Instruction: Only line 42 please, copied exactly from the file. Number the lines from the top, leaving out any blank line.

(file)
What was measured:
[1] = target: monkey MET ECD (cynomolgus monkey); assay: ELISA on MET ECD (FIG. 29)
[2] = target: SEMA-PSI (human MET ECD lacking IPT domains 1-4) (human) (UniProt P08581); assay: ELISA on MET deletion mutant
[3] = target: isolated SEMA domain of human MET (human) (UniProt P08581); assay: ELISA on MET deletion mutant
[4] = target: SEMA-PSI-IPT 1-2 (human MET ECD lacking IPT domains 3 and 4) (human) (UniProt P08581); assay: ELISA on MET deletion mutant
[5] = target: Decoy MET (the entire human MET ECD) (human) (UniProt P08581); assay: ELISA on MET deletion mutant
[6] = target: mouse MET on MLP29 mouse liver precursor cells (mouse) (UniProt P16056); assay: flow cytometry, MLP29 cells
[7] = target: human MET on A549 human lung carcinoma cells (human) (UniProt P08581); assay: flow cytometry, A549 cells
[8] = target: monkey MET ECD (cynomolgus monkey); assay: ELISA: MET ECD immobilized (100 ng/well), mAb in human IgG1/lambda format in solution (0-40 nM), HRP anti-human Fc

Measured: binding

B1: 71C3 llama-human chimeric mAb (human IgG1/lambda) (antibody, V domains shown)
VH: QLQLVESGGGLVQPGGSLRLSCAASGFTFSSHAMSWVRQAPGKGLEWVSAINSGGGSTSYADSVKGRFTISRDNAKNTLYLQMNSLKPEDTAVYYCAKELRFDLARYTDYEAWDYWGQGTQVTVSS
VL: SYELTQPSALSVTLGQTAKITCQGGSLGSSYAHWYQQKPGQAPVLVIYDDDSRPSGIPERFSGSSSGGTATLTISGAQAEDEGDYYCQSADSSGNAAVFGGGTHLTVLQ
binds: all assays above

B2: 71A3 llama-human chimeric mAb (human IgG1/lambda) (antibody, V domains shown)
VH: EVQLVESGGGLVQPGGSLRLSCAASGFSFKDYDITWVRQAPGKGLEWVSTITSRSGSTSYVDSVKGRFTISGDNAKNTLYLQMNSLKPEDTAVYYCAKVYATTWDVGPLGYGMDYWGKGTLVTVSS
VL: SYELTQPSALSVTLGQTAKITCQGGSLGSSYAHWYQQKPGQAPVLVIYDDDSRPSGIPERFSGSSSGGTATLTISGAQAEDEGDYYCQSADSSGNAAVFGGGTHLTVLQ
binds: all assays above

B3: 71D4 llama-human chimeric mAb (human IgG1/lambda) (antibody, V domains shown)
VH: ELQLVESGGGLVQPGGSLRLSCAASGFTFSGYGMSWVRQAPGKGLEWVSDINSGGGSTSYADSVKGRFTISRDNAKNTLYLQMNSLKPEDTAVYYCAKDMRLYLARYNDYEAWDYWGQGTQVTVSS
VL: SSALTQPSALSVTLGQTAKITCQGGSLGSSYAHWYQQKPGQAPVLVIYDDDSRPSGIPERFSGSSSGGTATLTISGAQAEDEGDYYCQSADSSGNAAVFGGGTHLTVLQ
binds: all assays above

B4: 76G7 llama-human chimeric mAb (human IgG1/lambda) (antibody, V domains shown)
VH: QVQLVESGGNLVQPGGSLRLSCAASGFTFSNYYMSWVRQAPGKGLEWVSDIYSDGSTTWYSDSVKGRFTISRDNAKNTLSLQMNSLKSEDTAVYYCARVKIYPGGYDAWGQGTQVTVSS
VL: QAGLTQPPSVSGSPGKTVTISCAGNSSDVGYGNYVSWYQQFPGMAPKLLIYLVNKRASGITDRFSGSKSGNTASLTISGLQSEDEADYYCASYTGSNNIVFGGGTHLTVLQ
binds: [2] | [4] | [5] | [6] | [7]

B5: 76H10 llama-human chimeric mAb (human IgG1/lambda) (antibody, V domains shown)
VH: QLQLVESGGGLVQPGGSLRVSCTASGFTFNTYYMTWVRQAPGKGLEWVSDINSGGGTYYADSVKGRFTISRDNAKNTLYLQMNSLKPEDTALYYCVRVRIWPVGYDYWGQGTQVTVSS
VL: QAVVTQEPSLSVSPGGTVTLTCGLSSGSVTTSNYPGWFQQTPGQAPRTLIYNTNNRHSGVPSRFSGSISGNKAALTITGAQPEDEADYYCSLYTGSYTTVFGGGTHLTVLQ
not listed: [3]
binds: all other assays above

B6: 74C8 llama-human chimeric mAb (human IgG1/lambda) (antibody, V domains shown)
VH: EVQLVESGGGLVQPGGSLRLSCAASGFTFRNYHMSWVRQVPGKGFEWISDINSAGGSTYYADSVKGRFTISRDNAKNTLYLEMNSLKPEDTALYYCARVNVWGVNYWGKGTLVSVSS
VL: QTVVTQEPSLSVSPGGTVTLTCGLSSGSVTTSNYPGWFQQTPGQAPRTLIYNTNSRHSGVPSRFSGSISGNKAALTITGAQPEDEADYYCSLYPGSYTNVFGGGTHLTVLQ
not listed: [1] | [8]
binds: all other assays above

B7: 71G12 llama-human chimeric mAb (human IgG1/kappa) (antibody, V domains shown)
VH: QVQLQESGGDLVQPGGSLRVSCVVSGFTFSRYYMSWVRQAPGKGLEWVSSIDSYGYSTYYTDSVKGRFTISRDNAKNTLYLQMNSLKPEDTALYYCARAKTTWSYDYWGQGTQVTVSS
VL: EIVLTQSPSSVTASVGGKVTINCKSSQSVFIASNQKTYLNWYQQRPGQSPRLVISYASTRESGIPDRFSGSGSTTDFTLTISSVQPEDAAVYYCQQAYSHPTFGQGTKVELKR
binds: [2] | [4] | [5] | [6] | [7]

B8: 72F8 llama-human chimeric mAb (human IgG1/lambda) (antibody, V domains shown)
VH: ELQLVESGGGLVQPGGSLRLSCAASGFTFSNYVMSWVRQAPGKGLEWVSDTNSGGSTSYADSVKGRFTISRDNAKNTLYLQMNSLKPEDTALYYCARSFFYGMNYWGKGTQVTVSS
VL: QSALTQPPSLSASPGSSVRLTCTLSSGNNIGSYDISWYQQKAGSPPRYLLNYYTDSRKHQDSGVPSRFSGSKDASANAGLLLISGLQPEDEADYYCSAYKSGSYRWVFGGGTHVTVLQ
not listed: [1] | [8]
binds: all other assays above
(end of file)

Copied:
VH: ELQLVESGGGLVQPGGSLRLSCAASGFTFSNYVMSWVRQAPGKGLEWVSDTNSGGSTSYADSVKGRFTISRDNAKNTLYLQMNSLKPEDTALYYCARSFFYGMNYWGKGTQVTVSS